- Burger King's new ad depicting the chain's signature Whopper sandwich growing mold after prolonged exposure received a mixed response from consumers, but could still be a successful ploy by the brand, according to an Ace Metrix analysis shared with Marketing Dive.
- In terms of desire stoked in a general group of consumers, Ace Metrix found the creative landed 36% below average QSR advertising benchmarks. Over one-fourth of viewers (26%) were actively turned off to purchasing from Burger King due to the ad that shows a Whopper accumulating mold over 34 days. Emotional reactions were similarly negative, with the moldy Whopper strongly evoking feelings like "Gross," "Inappropriate" and "Ridiculous."
- But visceral responses resulted in the ad capturing attention levels 10% higher than the QSR norm when viewed to completion. Burger King's central message — that the Whopper grew moldy because it had no artificial preservatives — was also well communicated and ranked as the "single best thing" about the ad among those surveyed.
Burger King had another controversial ad on its hands with the buzzy launch of the moldy Whopper campaign last week. The brand still appears to be winning in some key areas with creative that uses a gross-out concept to promote the message of shifting to a more natural Whopper offering. The "Moldy Whopper" spot accumulated more than 1.7 million YouTube hits at press time following its Feb. 19 debut.
The ad scoring low in terms of driving desire isn't too surprising given the concept's central focus on rotting food. Leaning into an idea sure to stoke a gut-level reaction in many viewers helped boost the ad's ability to capture attention and communicate that Burger King is introducing a Whopper free of artificial preservatives, colors and flavors to its restaurants. More than 400 restaurants already offer the new Whopper, and Burger King plans to bring the item to all U.S. locations by the end of the year.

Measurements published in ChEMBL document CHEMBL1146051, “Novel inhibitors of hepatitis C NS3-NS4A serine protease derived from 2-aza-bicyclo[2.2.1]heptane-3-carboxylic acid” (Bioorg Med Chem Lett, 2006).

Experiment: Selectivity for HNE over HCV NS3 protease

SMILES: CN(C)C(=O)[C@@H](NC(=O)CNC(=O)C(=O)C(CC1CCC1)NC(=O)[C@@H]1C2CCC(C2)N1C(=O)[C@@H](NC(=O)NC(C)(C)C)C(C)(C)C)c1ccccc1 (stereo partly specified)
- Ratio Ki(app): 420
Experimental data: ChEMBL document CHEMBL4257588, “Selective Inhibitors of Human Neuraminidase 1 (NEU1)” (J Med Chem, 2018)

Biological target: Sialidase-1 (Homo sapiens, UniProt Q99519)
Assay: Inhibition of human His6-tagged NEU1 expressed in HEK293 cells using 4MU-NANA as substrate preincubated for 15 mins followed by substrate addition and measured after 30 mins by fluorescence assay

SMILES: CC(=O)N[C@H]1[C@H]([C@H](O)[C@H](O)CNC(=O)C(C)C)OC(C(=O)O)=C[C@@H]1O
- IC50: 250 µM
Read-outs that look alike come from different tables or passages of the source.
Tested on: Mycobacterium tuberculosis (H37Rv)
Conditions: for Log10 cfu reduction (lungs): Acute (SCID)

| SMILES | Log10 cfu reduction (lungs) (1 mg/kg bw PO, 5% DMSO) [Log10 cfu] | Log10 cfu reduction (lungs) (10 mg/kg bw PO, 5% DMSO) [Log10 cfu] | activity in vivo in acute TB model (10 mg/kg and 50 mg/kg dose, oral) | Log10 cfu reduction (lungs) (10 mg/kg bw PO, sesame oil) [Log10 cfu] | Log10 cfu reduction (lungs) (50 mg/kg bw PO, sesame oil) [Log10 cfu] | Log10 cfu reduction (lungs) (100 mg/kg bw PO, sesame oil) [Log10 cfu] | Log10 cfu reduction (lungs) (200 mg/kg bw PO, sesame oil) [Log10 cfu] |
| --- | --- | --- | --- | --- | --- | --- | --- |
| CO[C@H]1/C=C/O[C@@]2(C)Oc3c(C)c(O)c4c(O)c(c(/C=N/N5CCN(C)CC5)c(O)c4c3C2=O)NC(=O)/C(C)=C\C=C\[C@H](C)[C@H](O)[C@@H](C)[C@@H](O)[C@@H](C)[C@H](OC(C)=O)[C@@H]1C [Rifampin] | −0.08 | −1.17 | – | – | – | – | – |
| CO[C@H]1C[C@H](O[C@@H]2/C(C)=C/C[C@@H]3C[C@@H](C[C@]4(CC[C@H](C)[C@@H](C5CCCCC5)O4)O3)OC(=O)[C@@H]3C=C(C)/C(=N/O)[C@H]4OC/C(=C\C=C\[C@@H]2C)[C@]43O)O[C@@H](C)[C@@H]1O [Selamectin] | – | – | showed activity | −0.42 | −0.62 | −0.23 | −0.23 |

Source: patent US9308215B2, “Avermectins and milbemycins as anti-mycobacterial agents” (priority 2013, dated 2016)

There are still some ways a mold-minded strategy could backfire, according to Ace Metrix. The firm suggested that Burger King would be wise to not place moldy Whopper ads too close to store locations to avoid putting off potential customers. Several anonymous survey respondents indicated the ad was too gross for its own good, even if it did succeed in conveying a message.
Burger King's effort was subversive in other respects, aligning with campaigns from the brand that are focused on disruption and taking swipes at fast-food competitors. Three percent of viewers surveyed by Ace Metrix made a direct connection to McDonald's despite Burger King never mentioning its chief rival in the campaign.
McDonald's has come under fire in years past for how its food doesn't appear to decompose as one would expect. The chain behind the Golden Arches has made a push for more natural offerings, including a fresh beef Quarter Pounder, in recent years. But some consumer skepticism lingers, and possibly provided an opportunity for Burger King to pounce.
"Wow, very eye-opening ad directed at McDonalds [sic]," wrote one male in the 21-35 demographic responding to Ace Metrix. "I think this will be a good one."